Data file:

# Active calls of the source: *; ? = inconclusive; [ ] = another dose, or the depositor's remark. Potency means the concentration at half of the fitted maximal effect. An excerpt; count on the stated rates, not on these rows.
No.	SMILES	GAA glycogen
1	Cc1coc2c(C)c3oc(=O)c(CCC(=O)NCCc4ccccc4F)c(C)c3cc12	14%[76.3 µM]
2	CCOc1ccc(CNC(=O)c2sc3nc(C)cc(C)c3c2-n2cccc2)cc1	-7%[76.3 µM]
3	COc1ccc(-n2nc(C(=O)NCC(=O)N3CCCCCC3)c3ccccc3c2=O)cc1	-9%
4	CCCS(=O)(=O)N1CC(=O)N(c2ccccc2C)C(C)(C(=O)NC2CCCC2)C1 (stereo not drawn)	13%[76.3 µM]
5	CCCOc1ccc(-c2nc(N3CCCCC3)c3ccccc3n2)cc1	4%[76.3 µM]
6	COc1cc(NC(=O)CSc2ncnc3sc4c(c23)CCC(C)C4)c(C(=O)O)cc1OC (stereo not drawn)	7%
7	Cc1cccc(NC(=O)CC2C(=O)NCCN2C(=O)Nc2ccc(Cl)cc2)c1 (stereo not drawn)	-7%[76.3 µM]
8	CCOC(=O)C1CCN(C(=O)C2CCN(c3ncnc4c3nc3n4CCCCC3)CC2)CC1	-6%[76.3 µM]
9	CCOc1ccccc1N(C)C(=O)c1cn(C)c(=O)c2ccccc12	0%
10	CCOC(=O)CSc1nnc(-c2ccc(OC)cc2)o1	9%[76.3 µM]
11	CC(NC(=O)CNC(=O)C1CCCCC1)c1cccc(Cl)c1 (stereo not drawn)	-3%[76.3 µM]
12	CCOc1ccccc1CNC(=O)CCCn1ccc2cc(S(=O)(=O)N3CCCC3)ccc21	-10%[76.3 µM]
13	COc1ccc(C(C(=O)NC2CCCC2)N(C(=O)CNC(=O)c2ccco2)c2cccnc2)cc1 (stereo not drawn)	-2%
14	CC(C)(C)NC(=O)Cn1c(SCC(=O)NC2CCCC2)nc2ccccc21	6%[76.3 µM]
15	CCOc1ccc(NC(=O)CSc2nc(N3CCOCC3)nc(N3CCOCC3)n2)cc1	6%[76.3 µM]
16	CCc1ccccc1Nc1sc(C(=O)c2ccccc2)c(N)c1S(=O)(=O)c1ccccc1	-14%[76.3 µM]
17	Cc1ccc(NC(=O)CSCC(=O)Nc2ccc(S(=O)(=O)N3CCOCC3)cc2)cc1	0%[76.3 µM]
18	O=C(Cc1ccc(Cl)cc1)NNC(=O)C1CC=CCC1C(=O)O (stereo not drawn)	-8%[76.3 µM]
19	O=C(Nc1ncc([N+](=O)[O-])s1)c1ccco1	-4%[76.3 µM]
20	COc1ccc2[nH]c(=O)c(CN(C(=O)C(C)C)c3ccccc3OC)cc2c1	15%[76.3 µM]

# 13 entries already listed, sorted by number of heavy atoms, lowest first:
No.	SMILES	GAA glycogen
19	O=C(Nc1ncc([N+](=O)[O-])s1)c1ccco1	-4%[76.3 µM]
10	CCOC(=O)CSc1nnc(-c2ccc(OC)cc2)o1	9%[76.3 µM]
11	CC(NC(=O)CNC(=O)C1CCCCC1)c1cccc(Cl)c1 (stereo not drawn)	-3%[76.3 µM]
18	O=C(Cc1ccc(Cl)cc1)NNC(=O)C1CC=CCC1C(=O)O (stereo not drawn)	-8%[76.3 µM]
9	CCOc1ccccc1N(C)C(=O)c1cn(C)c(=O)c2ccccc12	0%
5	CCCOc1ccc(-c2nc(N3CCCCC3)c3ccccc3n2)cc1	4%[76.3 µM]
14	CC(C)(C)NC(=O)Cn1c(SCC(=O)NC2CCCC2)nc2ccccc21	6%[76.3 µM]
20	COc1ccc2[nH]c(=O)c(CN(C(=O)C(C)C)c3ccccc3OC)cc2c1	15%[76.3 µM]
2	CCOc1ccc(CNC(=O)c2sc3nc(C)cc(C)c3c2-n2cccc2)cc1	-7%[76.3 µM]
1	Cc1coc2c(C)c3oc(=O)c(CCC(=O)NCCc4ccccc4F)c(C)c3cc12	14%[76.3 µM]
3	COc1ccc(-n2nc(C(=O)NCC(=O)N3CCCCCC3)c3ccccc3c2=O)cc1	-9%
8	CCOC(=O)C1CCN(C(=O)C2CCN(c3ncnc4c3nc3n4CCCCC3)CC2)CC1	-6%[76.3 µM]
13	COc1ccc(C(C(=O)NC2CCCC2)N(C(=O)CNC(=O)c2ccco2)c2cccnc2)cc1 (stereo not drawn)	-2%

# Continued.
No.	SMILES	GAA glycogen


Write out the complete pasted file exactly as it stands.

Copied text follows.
# Active calls of the source: *; ? = inconclusive; [ ] = another dose, or the depositor's remark. Potency means the concentration at half of the fitted maximal effect. An excerpt; count on the stated rates, not on these rows.
No.	SMILES	GAA glycogen
1	Cc1coc2c(C)c3oc(=O)c(CCC(=O)NCCc4ccccc4F)c(C)c3cc12	14%[76.3 µM]
2	CCOc1ccc(CNC(=O)c2sc3nc(C)cc(C)c3c2-n2cccc2)cc1	-7%[76.3 µM]
3	COc1ccc(-n2nc(C(=O)NCC(=O)N3CCCCCC3)c3ccccc3c2=O)cc1	-9%
4	CCCS(=O)(=O)N1CC(=O)N(c2ccccc2C)C(C)(C(=O)NC2CCCC2)C1 (stereo not drawn)	13%[76.3 µM]
5	CCCOc1ccc(-c2nc(N3CCCCC3)c3ccccc3n2)cc1	4%[76.3 µM]
6	COc1cc(NC(=O)CSc2ncnc3sc4c(c23)CCC(C)C4)c(C(=O)O)cc1OC (stereo not drawn)	7%
7	Cc1cccc(NC(=O)CC2C(=O)NCCN2C(=O)Nc2ccc(Cl)cc2)c1 (stereo not drawn)	-7%[76.3 µM]
8	CCOC(=O)C1CCN(C(=O)C2CCN(c3ncnc4c3nc3n4CCCCC3)CC2)CC1	-6%[76.3 µM]
9	CCOc1ccccc1N(C)C(=O)c1cn(C)c(=O)c2ccccc12	0%
10	CCOC(=O)CSc1nnc(-c2ccc(OC)cc2)o1	9%[76.3 µM]
11	CC(NC(=O)CNC(=O)C1CCCCC1)c1cccc(Cl)c1 (stereo not drawn)	-3%[76.3 µM]
12	CCOc1ccccc1CNC(=O)CCCn1ccc2cc(S(=O)(=O)N3CCCC3)ccc21	-10%[76.3 µM]
13	COc1ccc(C(C(=O)NC2CCCC2)N(C(=O)CNC(=O)c2ccco2)c2cccnc2)cc1 (stereo not drawn)	-2%
14	CC(C)(C)NC(=O)Cn1c(SCC(=O)NC2CCCC2)nc2ccccc21	6%[76.3 µM]
15	CCOc1ccc(NC(=O)CSc2nc(N3CCOCC3)nc(N3CCOCC3)n2)cc1	6%[76.3 µM]
16	CCc1ccccc1Nc1sc(C(=O)c2ccccc2)c(N)c1S(=O)(=O)c1ccccc1	-14%[76.3 µM]
17	Cc1ccc(NC(=O)CSCC(=O)Nc2ccc(S(=O)(=O)N3CCOCC3)cc2)cc1	0%[76.3 µM]
18	O=C(Cc1ccc(Cl)cc1)NNC(=O)C1CC=CCC1C(=O)O (stereo not drawn)	-8%[76.3 µM]
19	O=C(Nc1ncc([N+](=O)[O-])s1)c1ccco1	-4%[76.3 µM]
20	COc1ccc2[nH]c(=O)c(CN(C(=O)C(C)C)c3ccccc3OC)cc2c1	15%[76.3 µM]

# 13 entries already listed, sorted by number of heavy atoms, lowest first:
No.	SMILES	GAA glycogen
19	O=C(Nc1ncc([N+](=O)[O-])s1)c1ccco1	-4%[76.3 µM]
10	CCOC(=O)CSc1nnc(-c2ccc(OC)cc2)o1	9%[76.3 µM]
11	CC(NC(=O)CNC(=O)C1CCCCC1)c1cccc(Cl)c1 (stereo not drawn)	-3%[76.3 µM]
18	O=C(Cc1ccc(Cl)cc1)NNC(=O)C1CC=CCC1C(=O)O (stereo not drawn)	-8%[76.3 µM]
9	CCOc1ccccc1N(C)C(=O)c1cn(C)c(=O)c2ccccc12	0%
5	CCCOc1ccc(-c2nc(N3CCCCC3)c3ccccc3n2)cc1	4%[76.3 µM]
14	CC(C)(C)NC(=O)Cn1c(SCC(=O)NC2CCCC2)nc2ccccc21	6%[76.3 µM]
20	COc1ccc2[nH]c(=O)c(CN(C(=O)C(C)C)c3ccccc3OC)cc2c1	15%[76.3 µM]
2	CCOc1ccc(CNC(=O)c2sc3nc(C)cc(C)c3c2-n2cccc2)cc1	-7%[76.3 µM]
1	Cc1coc2c(C)c3oc(=O)c(CCC(=O)NCCc4ccccc4F)c(C)c3cc12	14%[76.3 µM]
3	COc1ccc(-n2nc(C(=O)NCC(=O)N3CCCCCC3)c3ccccc3c2=O)cc1	-9%
8	CCOC(=O)C1CCN(C(=O)C2CCN(c3ncnc4c3nc3n4CCCCC3)CC2)CC1	-6%[76.3 µM]
13	COc1ccc(C(C(=O)NC2CCCC2)N(C(=O)CNC(=O)c2ccco2)c2cccnc2)cc1 (stereo not drawn)	-2%

# Continued.
No.	SMILES	GAA glycogen